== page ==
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Back to Section One | Back to Arts & Entertainment
posted Friday, March 23, 2012 - Volume 40 Issue 12
A French evening falls a little short
Arts & Entertainment
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A French evening falls a little short

by Rod Parke - SGN A&E Writer

Xavier Phillips with the SSO
March 17
Benaroya Hall


This all-French concert was, surprisingly, not the most successful of conductor Ludovic Morlot's programs since he became music director of the Seattle Symphony. Although the performances were more than fine, the placement of Bohuslav Martinu's 'The Frescoes of Piero della Francesca' between works by Dutilleux and Ravel made the heavily over-orchestrated Martinu suffer by comparison. After the exquisite orchestrations of Debussy and Dutilleux, the Martinu sounded over-blown, over-loud, and messy. Indeed, the opening moments came almost as a shock: so noisy!

The program began with an ideal reading of Debussy's 'Prelude to the Afternoon of a Faun.' Demarre McGill immediately seduced us with the slinking lines of his golden flute. As the sections of the orchestra gradually joined in, the delicacy and blending of the sounds couldn't have been more beguiling. Balances were perfect throughout. Debussy's special harmonies and French sensuality made for a terrific beginning of what looked to be an exciting evening.

Skillful orchestration continued to please the ear as Morlot led soloist Xavier Phillips and the orchestra in Henri Dutilleux's Cello Concerto, 'Tout un monde lointain.' Twenty-seven minutes long, the work runs through five 'movements' without a break. Likewise the cello is singing almost the entire duration. Phillips, regarded by the 96-year-old composer as the ideal soloist for this work, was indeed the master of both his 1710 Matteo Gofriller cello and of the many challenges of this exceedingly complex piece. Even though my ears failed on first hearing to understand what the composer might have been saying, the constant variety of interesting textures and rhythmic changes kept me interested. So skilled was the writing that the large forces never swamped the cello sound. The audience responded with great enthusiasm, especially for the soloist. Conductor Morlot prefaced the Martinu with a short lecture on the frescoes (shown during his talk on a large screen above the orchestra) that inspired the composer. I very much appreciate when an artist can offer such articulate help when presenting seldom-heard works, but this time I failed to make much connection between the frescoes and the music that followed. I found the work, as indicated earlier, a weak point in an otherwise engaging concert. Even though both the Martinu and the Dutilleux employed large orchestral forces, the latter was translucent and articulate, whereas the Martinu was bloated and hard to penetrate.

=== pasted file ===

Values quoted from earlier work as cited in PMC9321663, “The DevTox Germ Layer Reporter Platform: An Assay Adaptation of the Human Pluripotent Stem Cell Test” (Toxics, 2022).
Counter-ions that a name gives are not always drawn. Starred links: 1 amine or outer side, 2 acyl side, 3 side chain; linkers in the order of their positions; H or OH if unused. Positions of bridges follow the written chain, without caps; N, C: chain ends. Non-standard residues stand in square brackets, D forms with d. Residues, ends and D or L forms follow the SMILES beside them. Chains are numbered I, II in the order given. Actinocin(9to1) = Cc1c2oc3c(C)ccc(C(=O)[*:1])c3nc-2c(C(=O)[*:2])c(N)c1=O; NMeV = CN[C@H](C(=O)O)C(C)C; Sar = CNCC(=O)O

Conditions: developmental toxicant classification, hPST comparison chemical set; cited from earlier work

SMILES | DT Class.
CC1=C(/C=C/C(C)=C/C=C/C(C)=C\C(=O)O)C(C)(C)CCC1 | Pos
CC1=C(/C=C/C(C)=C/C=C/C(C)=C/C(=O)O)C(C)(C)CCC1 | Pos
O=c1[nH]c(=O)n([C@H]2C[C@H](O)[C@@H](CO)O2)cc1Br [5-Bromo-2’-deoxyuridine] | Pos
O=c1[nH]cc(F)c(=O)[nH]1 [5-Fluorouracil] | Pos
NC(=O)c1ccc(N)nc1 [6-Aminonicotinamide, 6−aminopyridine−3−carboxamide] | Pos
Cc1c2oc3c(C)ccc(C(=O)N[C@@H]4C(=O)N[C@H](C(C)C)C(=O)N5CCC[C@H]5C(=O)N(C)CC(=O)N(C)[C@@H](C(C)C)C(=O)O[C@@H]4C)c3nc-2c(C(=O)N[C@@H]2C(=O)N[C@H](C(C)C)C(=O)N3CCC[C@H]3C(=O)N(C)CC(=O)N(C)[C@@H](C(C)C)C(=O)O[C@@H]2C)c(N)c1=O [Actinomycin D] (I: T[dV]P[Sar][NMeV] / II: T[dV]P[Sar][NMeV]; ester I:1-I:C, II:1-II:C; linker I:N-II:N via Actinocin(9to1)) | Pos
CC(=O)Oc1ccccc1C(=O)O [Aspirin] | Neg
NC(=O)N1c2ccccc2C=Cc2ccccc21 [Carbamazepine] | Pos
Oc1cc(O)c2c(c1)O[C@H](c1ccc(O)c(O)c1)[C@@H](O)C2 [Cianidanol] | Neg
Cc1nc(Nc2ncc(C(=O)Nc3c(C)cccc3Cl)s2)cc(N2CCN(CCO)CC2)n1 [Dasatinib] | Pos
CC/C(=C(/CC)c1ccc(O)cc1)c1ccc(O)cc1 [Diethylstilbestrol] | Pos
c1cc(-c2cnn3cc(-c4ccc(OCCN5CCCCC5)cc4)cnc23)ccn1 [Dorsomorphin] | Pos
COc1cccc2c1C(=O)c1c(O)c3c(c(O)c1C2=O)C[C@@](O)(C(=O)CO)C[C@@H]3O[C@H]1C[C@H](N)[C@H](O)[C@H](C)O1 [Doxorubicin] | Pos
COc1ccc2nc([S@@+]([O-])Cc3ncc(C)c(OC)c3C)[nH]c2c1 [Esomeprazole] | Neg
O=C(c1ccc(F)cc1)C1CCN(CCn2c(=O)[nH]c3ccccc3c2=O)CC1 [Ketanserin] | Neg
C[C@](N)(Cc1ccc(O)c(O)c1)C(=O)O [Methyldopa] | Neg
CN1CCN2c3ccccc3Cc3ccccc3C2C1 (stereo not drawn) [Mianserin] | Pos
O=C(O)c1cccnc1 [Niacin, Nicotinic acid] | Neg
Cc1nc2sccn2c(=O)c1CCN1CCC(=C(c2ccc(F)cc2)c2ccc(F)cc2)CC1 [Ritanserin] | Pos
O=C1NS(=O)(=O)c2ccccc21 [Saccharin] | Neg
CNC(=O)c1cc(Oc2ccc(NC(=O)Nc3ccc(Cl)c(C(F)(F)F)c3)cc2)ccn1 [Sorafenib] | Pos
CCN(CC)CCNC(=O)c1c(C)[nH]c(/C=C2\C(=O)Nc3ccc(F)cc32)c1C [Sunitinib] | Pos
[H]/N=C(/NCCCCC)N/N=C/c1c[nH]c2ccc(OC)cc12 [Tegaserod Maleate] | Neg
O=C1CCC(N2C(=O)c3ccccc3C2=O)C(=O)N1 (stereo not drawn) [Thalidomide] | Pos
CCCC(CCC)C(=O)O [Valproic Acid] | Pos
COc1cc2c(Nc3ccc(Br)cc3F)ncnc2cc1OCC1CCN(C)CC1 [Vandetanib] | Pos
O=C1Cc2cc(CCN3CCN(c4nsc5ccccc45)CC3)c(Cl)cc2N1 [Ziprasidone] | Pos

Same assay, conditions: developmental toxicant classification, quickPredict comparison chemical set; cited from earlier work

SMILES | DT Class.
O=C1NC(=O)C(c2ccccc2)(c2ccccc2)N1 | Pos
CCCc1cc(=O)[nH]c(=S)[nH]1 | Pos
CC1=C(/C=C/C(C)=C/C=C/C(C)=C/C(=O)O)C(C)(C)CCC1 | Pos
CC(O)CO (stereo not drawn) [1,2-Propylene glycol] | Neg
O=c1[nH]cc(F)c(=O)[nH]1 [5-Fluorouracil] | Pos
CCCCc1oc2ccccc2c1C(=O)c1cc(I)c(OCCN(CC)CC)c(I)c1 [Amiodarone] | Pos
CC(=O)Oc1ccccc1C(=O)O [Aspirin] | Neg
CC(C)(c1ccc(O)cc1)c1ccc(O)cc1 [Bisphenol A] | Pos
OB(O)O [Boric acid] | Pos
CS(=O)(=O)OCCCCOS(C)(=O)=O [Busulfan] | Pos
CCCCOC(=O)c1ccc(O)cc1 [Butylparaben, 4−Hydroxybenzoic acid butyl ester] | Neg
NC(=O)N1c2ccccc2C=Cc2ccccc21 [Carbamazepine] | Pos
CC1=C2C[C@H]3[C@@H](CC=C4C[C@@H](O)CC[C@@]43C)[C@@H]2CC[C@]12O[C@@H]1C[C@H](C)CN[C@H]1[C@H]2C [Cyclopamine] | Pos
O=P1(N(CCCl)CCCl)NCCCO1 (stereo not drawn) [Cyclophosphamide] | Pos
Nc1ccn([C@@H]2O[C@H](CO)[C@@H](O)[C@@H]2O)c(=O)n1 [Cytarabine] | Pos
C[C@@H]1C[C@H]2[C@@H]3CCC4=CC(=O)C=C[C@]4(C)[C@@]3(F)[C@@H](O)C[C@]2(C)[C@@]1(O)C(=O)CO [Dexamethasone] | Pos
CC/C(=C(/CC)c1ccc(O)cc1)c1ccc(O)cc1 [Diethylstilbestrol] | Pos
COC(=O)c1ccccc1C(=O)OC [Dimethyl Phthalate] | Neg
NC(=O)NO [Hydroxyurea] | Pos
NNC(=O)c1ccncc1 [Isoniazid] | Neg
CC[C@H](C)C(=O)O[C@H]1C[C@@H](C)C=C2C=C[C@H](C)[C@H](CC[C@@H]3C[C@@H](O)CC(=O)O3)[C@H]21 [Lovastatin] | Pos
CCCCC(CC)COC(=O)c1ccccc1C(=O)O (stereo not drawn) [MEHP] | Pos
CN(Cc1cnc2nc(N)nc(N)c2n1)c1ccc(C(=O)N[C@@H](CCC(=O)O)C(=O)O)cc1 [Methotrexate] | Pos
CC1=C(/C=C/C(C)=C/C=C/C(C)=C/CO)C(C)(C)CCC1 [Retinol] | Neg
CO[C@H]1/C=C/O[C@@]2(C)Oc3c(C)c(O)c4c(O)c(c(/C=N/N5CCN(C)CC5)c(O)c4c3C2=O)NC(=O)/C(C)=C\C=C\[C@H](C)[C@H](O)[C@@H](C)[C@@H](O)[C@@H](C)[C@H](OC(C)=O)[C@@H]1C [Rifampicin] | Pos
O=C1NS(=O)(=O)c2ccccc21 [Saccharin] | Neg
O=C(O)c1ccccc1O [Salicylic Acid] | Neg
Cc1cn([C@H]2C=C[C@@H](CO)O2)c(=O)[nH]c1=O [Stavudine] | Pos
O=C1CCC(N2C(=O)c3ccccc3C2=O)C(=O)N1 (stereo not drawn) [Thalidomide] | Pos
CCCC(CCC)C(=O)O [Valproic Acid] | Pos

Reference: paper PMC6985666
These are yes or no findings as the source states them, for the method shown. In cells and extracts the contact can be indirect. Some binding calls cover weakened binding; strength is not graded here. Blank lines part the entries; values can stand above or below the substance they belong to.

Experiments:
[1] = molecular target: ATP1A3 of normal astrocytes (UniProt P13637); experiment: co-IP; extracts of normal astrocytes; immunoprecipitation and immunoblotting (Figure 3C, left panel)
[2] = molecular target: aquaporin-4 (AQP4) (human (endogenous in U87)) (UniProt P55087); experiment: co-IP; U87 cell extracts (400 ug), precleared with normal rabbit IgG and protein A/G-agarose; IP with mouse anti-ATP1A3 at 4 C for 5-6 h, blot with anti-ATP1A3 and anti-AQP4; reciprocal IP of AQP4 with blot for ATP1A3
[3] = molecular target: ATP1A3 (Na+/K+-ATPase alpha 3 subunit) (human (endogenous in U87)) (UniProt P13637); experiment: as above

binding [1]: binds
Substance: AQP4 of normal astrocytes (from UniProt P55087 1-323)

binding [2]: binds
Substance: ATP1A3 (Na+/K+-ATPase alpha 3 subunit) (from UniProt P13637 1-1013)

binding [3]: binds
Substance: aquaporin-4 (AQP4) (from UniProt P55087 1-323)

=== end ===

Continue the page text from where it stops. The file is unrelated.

With Maurice Ravel's 'La Valse,' we were back in the hands of an orchestral master, and Morlot knew how to make the most of the piece. Beginning at the threshold of hearing, this sophisticated work wove its webs through sonic changes that danced delightfully through buoyant ecstasy to something much darker and more menacing. The SSO sounded resplendent and powerful. A glorious way to end a concert!

Reviewer Rod Parke can be reached at rmp62@columbia.edu.

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